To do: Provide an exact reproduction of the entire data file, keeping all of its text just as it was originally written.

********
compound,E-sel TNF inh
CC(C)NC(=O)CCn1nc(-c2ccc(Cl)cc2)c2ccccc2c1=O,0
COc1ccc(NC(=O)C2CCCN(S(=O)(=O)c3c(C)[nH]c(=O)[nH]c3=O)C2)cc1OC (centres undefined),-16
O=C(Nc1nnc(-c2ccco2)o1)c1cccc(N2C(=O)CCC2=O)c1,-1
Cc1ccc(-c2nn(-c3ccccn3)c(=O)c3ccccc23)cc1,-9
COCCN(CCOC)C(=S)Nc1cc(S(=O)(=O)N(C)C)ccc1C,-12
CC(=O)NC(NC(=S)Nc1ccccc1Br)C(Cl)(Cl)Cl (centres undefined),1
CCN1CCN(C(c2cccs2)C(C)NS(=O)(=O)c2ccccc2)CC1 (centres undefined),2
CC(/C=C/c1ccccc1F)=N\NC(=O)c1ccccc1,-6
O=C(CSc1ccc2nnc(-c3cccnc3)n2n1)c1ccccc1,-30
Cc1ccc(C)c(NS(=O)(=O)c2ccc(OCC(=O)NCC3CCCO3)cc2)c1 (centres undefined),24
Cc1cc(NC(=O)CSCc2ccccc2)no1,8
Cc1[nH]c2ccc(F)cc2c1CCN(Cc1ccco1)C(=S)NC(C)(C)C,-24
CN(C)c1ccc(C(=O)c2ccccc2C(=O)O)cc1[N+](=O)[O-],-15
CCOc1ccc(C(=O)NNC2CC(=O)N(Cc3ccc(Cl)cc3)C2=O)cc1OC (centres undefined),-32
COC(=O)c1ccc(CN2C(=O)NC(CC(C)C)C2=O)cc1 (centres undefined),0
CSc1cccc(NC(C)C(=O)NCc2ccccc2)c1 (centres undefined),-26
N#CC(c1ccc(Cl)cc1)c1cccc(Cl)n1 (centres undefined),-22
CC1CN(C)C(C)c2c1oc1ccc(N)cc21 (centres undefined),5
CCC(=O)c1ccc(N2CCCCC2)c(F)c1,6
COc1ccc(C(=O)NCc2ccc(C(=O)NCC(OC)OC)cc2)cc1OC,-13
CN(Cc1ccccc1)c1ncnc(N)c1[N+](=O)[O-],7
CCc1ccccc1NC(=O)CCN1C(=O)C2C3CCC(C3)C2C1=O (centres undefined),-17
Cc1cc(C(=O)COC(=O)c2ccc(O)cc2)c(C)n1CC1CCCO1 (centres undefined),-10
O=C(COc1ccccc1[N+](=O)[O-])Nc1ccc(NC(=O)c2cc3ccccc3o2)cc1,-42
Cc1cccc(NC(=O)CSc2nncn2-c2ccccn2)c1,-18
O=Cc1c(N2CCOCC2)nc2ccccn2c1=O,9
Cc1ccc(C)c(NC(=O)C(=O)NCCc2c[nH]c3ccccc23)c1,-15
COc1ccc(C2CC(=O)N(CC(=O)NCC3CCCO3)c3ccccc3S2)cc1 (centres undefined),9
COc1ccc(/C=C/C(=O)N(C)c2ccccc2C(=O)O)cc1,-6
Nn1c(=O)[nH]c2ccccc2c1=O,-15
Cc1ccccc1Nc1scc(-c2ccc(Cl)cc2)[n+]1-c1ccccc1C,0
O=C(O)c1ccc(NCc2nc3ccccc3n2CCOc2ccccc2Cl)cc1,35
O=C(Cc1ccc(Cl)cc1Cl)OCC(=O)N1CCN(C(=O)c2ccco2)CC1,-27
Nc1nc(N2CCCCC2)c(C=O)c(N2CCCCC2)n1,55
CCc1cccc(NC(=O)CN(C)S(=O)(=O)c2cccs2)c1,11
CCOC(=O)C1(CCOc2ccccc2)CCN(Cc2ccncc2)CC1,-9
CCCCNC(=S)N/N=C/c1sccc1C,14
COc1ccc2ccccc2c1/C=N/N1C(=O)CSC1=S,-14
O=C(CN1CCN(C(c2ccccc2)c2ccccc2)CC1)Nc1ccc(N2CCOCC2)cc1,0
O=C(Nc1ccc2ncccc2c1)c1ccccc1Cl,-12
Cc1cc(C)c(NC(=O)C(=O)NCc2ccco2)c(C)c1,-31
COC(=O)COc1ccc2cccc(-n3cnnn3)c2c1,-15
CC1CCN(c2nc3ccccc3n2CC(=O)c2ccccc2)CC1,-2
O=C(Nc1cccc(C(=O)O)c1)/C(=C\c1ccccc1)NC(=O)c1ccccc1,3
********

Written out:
compound,E-sel TNF inh
CC(C)NC(=O)CCn1nc(-c2ccc(Cl)cc2)c2ccccc2c1=O,0
COc1ccc(NC(=O)C2CCCN(S(=O)(=O)c3c(C)[nH]c(=O)[nH]c3=O)C2)cc1OC (centres undefined),-16
O=C(Nc1nnc(-c2ccco2)o1)c1cccc(N2C(=O)CCC2=O)c1,-1
Cc1ccc(-c2nn(-c3ccccn3)c(=O)c3ccccc23)cc1,-9
COCCN(CCOC)C(=S)Nc1cc(S(=O)(=O)N(C)C)ccc1C,-12
CC(=O)NC(NC(=S)Nc1ccccc1Br)C(Cl)(Cl)Cl (centres undefined),1
CCN1CCN(C(c2cccs2)C(C)NS(=O)(=O)c2ccccc2)CC1 (centres undefined),2
CC(/C=C/c1ccccc1F)=N\NC(=O)c1ccccc1,-6
O=C(CSc1ccc2nnc(-c3cccnc3)n2n1)c1ccccc1,-30
Cc1ccc(C)c(NS(=O)(=O)c2ccc(OCC(=O)NCC3CCCO3)cc2)c1 (centres undefined),24
Cc1cc(NC(=O)CSCc2ccccc2)no1,8
Cc1[nH]c2ccc(F)cc2c1CCN(Cc1ccco1)C(=S)NC(C)(C)C,-24
CN(C)c1ccc(C(=O)c2ccccc2C(=O)O)cc1[N+](=O)[O-],-15
CCOc1ccc(C(=O)NNC2CC(=O)N(Cc3ccc(Cl)cc3)C2=O)cc1OC (centres undefined),-32
COC(=O)c1ccc(CN2C(=O)NC(CC(C)C)C2=O)cc1 (centres undefined),0
CSc1cccc(NC(C)C(=O)NCc2ccccc2)c1 (centres undefined),-26
N#CC(c1ccc(Cl)cc1)c1cccc(Cl)n1 (centres undefined),-22
CC1CN(C)C(C)c2c1oc1ccc(N)cc21 (centres undefined),5
CCC(=O)c1ccc(N2CCCCC2)c(F)c1,6
COc1ccc(C(=O)NCc2ccc(C(=O)NCC(OC)OC)cc2)cc1OC,-13
CN(Cc1ccccc1)c1ncnc(N)c1[N+](=O)[O-],7
CCc1ccccc1NC(=O)CCN1C(=O)C2C3CCC(C3)C2C1=O (centres undefined),-17
Cc1cc(C(=O)COC(=O)c2ccc(O)cc2)c(C)n1CC1CCCO1 (centres undefined),-10
O=C(COc1ccccc1[N+](=O)[O-])Nc1ccc(NC(=O)c2cc3ccccc3o2)cc1,-42
Cc1cccc(NC(=O)CSc2nncn2-c2ccccn2)c1,-18
O=Cc1c(N2CCOCC2)nc2ccccn2c1=O,9
Cc1ccc(C)c(NC(=O)C(=O)NCCc2c[nH]c3ccccc23)c1,-15
COc1ccc(C2CC(=O)N(CC(=O)NCC3CCCO3)c3ccccc3S2)cc1 (centres undefined),9
COc1ccc(/C=C/C(=O)N(C)c2ccccc2C(=O)O)cc1,-6
Nn1c(=O)[nH]c2ccccc2c1=O,-15
Cc1ccccc1Nc1scc(-c2ccc(Cl)cc2)[n+]1-c1ccccc1C,0
O=C(O)c1ccc(NCc2nc3ccccc3n2CCOc2ccccc2Cl)cc1,35
O=C(Cc1ccc(Cl)cc1Cl)OCC(=O)N1CCN(C(=O)c2ccco2)CC1,-27
Nc1nc(N2CCCCC2)c(C=O)c(N2CCCCC2)n1,55
CCc1cccc(NC(=O)CN(C)S(=O)(=O)c2cccs2)c1,11
CCOC(=O)C1(CCOc2ccccc2)CCN(Cc2ccncc2)CC1,-9
CCCCNC(=S)N/N=C/c1sccc1C,14
COc1ccc2ccccc2c1/C=N/N1C(=O)CSC1=S,-14
O=C(CN1CCN(C(c2ccccc2)c2ccccc2)CC1)Nc1ccc(N2CCOCC2)cc1,0
O=C(Nc1ccc2ncccc2c1)c1ccccc1Cl,-12
Cc1cc(C)c(NC(=O)C(=O)NCc2ccco2)c(C)c1,-31
COC(=O)COc1ccc2cccc(-n3cnnn3)c2c1,-15
CC1CCN(c2nc3ccccc3n2CC(=O)c2ccccc2)CC1,-2
O=C(Nc1cccc(C(=O)O)c1)/C(=C\c1ccccc1)NC(=O)c1ccccc1,3